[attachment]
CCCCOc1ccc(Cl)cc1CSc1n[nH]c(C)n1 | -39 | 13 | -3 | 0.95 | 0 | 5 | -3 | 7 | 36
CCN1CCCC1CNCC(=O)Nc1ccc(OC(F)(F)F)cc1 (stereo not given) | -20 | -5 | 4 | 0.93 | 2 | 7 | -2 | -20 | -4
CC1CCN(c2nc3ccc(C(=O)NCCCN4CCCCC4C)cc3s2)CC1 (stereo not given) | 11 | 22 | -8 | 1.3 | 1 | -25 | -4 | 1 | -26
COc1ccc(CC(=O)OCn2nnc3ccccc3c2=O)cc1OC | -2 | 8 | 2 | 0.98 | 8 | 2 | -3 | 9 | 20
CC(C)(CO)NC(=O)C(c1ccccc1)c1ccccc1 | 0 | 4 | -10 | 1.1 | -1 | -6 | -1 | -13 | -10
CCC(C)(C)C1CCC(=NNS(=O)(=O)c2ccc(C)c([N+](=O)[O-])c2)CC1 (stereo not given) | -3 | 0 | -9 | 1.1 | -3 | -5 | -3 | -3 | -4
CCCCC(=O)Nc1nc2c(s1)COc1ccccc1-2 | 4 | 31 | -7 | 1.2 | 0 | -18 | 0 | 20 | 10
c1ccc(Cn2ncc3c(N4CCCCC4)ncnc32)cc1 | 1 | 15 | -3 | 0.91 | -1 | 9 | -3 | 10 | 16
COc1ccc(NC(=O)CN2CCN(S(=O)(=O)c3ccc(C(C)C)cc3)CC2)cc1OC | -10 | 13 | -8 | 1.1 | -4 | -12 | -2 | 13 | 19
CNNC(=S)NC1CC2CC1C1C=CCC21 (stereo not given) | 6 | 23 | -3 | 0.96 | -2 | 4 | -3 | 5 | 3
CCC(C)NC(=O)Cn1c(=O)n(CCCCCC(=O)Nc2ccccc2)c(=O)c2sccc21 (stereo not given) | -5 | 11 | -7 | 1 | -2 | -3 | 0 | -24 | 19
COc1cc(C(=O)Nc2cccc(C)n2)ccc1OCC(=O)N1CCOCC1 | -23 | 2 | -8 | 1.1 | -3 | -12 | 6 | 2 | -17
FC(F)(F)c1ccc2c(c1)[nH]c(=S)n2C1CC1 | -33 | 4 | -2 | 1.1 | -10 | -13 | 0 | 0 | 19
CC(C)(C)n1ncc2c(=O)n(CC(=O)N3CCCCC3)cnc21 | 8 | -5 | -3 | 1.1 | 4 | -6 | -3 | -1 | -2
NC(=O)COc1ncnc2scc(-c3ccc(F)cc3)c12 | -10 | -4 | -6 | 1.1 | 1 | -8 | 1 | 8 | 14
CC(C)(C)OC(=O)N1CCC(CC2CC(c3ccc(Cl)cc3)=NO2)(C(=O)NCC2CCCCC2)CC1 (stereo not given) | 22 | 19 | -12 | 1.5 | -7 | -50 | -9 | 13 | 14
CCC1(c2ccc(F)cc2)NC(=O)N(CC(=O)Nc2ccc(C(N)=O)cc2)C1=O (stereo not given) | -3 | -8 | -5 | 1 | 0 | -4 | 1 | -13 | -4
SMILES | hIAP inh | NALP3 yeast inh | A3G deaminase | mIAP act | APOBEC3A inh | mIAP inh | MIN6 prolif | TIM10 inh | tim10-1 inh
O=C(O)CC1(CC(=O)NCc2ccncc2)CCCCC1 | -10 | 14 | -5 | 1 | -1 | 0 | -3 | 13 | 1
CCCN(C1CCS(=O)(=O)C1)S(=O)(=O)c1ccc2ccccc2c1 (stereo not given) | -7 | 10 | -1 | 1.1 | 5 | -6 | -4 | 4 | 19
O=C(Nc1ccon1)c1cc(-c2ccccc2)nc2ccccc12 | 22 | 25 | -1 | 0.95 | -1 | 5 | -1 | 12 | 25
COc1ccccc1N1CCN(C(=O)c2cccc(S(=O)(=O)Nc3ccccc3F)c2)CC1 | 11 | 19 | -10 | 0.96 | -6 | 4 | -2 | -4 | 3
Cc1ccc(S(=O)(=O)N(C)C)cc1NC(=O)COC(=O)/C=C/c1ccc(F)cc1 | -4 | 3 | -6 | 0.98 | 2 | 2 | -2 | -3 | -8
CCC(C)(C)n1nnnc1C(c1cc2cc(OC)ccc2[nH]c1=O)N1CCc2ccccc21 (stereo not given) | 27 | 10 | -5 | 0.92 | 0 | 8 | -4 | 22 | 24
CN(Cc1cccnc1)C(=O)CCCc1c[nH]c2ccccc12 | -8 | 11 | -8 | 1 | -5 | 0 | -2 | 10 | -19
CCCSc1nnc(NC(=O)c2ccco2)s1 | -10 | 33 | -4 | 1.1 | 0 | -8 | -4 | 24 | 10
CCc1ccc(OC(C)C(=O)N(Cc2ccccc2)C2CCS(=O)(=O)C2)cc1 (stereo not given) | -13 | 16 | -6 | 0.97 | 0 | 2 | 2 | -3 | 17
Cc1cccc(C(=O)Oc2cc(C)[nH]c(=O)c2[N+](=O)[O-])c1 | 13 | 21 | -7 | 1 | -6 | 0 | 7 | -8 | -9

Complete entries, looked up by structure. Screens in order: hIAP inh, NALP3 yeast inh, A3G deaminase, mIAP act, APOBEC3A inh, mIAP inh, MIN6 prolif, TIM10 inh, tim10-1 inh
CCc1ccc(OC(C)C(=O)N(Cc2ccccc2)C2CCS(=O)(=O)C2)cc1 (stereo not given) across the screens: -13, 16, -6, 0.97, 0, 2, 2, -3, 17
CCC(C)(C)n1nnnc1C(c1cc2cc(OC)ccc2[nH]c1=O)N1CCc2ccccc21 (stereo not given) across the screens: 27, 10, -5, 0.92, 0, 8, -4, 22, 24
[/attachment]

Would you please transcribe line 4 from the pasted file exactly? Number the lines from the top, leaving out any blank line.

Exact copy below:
COc1ccc(CC(=O)OCn2nnc3ccccc3c2=O)cc1OC | -2 | 8 | 2 | 0.98 | 8 | 2 | -3 | 9 | 20